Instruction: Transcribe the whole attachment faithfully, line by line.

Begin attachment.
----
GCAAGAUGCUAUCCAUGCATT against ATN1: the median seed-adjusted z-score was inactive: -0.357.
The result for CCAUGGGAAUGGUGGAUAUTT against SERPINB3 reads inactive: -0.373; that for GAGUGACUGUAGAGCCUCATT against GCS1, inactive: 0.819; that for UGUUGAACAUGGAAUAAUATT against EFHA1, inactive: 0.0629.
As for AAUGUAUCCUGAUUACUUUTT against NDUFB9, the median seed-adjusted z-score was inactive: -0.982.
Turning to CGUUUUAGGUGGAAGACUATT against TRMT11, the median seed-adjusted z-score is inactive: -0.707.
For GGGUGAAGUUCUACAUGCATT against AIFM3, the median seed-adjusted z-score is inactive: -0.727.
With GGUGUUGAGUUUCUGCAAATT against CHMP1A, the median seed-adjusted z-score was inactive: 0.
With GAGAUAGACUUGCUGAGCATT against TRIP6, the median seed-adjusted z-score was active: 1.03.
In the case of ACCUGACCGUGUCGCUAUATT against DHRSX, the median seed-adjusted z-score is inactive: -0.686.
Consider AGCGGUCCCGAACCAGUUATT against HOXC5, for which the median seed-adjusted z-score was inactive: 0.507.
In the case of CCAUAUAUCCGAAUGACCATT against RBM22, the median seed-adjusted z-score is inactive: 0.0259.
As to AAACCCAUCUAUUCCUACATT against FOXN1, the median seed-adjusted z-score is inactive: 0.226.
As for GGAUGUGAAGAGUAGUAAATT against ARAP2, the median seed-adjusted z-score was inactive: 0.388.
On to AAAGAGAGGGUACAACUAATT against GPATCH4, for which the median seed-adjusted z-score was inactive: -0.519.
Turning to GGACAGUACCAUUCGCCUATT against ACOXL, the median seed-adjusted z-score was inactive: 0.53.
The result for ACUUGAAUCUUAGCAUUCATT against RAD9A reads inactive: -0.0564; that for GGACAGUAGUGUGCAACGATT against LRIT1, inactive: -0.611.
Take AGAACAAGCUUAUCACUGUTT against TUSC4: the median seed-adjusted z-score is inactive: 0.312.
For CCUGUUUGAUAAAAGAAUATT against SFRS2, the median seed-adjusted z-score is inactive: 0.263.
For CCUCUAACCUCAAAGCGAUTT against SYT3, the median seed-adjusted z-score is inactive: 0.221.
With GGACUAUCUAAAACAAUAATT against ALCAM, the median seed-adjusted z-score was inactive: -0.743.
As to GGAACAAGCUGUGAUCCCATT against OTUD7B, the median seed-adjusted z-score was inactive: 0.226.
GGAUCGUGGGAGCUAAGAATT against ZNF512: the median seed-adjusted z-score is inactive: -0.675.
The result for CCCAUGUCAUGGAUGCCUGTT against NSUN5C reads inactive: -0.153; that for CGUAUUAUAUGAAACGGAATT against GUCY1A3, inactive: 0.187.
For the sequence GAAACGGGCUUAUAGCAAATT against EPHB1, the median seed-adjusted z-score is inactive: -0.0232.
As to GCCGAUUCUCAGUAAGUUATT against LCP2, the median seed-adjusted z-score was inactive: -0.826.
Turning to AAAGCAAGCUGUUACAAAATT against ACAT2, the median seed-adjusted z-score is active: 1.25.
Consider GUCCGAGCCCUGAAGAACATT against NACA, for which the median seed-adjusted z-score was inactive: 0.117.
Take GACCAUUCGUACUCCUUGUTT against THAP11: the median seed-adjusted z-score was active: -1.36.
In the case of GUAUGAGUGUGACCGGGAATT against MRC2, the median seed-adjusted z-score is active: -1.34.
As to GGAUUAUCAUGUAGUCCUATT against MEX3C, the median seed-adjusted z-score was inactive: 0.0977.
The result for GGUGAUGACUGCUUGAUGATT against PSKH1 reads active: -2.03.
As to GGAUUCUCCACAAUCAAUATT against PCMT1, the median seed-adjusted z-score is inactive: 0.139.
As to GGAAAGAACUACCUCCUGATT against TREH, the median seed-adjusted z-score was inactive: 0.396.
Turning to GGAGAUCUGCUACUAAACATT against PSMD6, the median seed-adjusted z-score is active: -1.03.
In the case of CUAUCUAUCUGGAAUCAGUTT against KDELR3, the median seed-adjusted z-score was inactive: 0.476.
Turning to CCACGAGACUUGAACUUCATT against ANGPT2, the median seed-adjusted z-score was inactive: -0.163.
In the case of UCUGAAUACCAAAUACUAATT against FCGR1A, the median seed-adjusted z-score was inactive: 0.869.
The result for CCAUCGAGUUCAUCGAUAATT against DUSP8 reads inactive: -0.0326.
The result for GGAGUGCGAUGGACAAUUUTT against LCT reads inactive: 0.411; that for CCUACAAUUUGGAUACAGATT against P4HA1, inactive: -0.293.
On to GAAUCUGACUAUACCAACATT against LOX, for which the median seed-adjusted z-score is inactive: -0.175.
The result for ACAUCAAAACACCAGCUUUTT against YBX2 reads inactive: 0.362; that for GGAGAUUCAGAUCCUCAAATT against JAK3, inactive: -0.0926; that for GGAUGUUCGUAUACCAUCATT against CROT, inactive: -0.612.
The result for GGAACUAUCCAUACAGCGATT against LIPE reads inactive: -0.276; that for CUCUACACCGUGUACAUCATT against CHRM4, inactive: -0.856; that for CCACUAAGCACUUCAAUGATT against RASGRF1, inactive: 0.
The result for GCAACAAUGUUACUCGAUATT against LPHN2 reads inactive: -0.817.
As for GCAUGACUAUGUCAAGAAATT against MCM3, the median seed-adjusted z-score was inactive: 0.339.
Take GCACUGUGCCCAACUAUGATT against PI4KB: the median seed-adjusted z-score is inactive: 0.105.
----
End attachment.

GCAAGAUGCUAUCCAUGCATT against ATN1: the median seed-adjusted z-score was inactive: -0.357.
The result for CCAUGGGAAUGGUGGAUAUTT against SERPINB3 reads inactive: -0.373; that for GAGUGACUGUAGAGCCUCATT against GCS1, inactive: 0.819; that for UGUUGAACAUGGAAUAAUATT against EFHA1, inactive: 0.0629.
As for AAUGUAUCCUGAUUACUUUTT against NDUFB9, the median seed-adjusted z-score was inactive: -0.982.
Turning to CGUUUUAGGUGGAAGACUATT against TRMT11, the median seed-adjusted z-score is inactive: -0.707.
For GGGUGAAGUUCUACAUGCATT against AIFM3, the median seed-adjusted z-score is inactive: -0.727.
With GGUGUUGAGUUUCUGCAAATT against CHMP1A, the median seed-adjusted z-score was inactive: 0.
With GAGAUAGACUUGCUGAGCATT against TRIP6, the median seed-adjusted z-score was active: 1.03.
In the case of ACCUGACCGUGUCGCUAUATT against DHRSX, the median seed-adjusted z-score is inactive: -0.686.
Consider AGCGGUCCCGAACCAGUUATT against HOXC5, for which the median seed-adjusted z-score was inactive: 0.507.
In the case of CCAUAUAUCCGAAUGACCATT against RBM22, the median seed-adjusted z-score is inactive: 0.0259.
As to AAACCCAUCUAUUCCUACATT against FOXN1, the median seed-adjusted z-score is inactive: 0.226.
As for GGAUGUGAAGAGUAGUAAATT against ARAP2, the median seed-adjusted z-score was inactive: 0.388.
On to AAAGAGAGGGUACAACUAATT against GPATCH4, for which the median seed-adjusted z-score was inactive: -0.519.
Turning to GGACAGUACCAUUCGCCUATT against ACOXL, the median seed-adjusted z-score was inactive: 0.53.
The result for ACUUGAAUCUUAGCAUUCATT against RAD9A reads inactive: -0.0564; that for GGACAGUAGUGUGCAACGATT against LRIT1, inactive: -0.611.
Take AGAACAAGCUUAUCACUGUTT against TUSC4: the median seed-adjusted z-score is inactive: 0.312.
For CCUGUUUGAUAAAAGAAUATT against SFRS2, the median seed-adjusted z-score is inactive: 0.263.
For CCUCUAACCUCAAAGCGAUTT against SYT3, the median seed-adjusted z-score is inactive: 0.221.
With GGACUAUCUAAAACAAUAATT against ALCAM, the median seed-adjusted z-score was inactive: -0.743.
As to GGAACAAGCUGUGAUCCCATT against OTUD7B, the median seed-adjusted z-score was inactive: 0.226.
GGAUCGUGGGAGCUAAGAATT against ZNF512: the median seed-adjusted z-score is inactive: -0.675.
The result for CCCAUGUCAUGGAUGCCUGTT against NSUN5C reads inactive: -0.153; that for CGUAUUAUAUGAAACGGAATT against GUCY1A3, inactive: 0.187.
For the sequence GAAACGGGCUUAUAGCAAATT against EPHB1, the median seed-adjusted z-score is inactive: -0.0232.
As to GCCGAUUCUCAGUAAGUUATT against LCP2, the median seed-adjusted z-score was inactive: -0.826.
Turning to AAAGCAAGCUGUUACAAAATT against ACAT2, the median seed-adjusted z-score is active: 1.25.
Consider GUCCGAGCCCUGAAGAACATT against NACA, for which the median seed-adjusted z-score was inactive: 0.117.
Take GACCAUUCGUACUCCUUGUTT against THAP11: the median seed-adjusted z-score was active: -1.36.
In the case of GUAUGAGUGUGACCGGGAATT against MRC2, the median seed-adjusted z-score is active: -1.34.
As to GGAUUAUCAUGUAGUCCUATT against MEX3C, the median seed-adjusted z-score was inactive: 0.0977.
The result for GGUGAUGACUGCUUGAUGATT against PSKH1 reads active: -2.03.
As to GGAUUCUCCACAAUCAAUATT against PCMT1, the median seed-adjusted z-score is inactive: 0.139.
As to GGAAAGAACUACCUCCUGATT against TREH, the median seed-adjusted z-score was inactive: 0.396.
Turning to GGAGAUCUGCUACUAAACATT against PSMD6, the median seed-adjusted z-score is active: -1.03.
In the case of CUAUCUAUCUGGAAUCAGUTT against KDELR3, the median seed-adjusted z-score was inactive: 0.476.
Turning to CCACGAGACUUGAACUUCATT against ANGPT2, the median seed-adjusted z-score was inactive: -0.163.
In the case of UCUGAAUACCAAAUACUAATT against FCGR1A, the median seed-adjusted z-score was inactive: 0.869.
The result for CCAUCGAGUUCAUCGAUAATT against DUSP8 reads inactive: -0.0326.
The result for GGAGUGCGAUGGACAAUUUTT against LCT reads inactive: 0.411; that for CCUACAAUUUGGAUACAGATT against P4HA1, inactive: -0.293.
On to GAAUCUGACUAUACCAACATT against LOX, for which the median seed-adjusted z-score is inactive: -0.175.
The result for ACAUCAAAACACCAGCUUUTT against YBX2 reads inactive: 0.362; that for GGAGAUUCAGAUCCUCAAATT against JAK3, inactive: -0.0926; that for GGAUGUUCGUAUACCAUCATT against CROT, inactive: -0.612.
The result for GGAACUAUCCAUACAGCGATT against LIPE reads inactive: -0.276; that for CUCUACACCGUGUACAUCATT against CHRM4, inactive: -0.856; that for CCACUAAGCACUUCAAUGATT against RASGRF1, inactive: 0.
The result for GCAACAAUGUUACUCGAUATT against LPHN2 reads inactive: -0.817.
As for GCAUGACUAUGUCAAGAAATT against MCM3, the median seed-adjusted z-score was inactive: 0.339.
Take GCACUGUGCCCAACUAUGATT against PI4KB: the median seed-adjusted z-score is inactive: 0.105.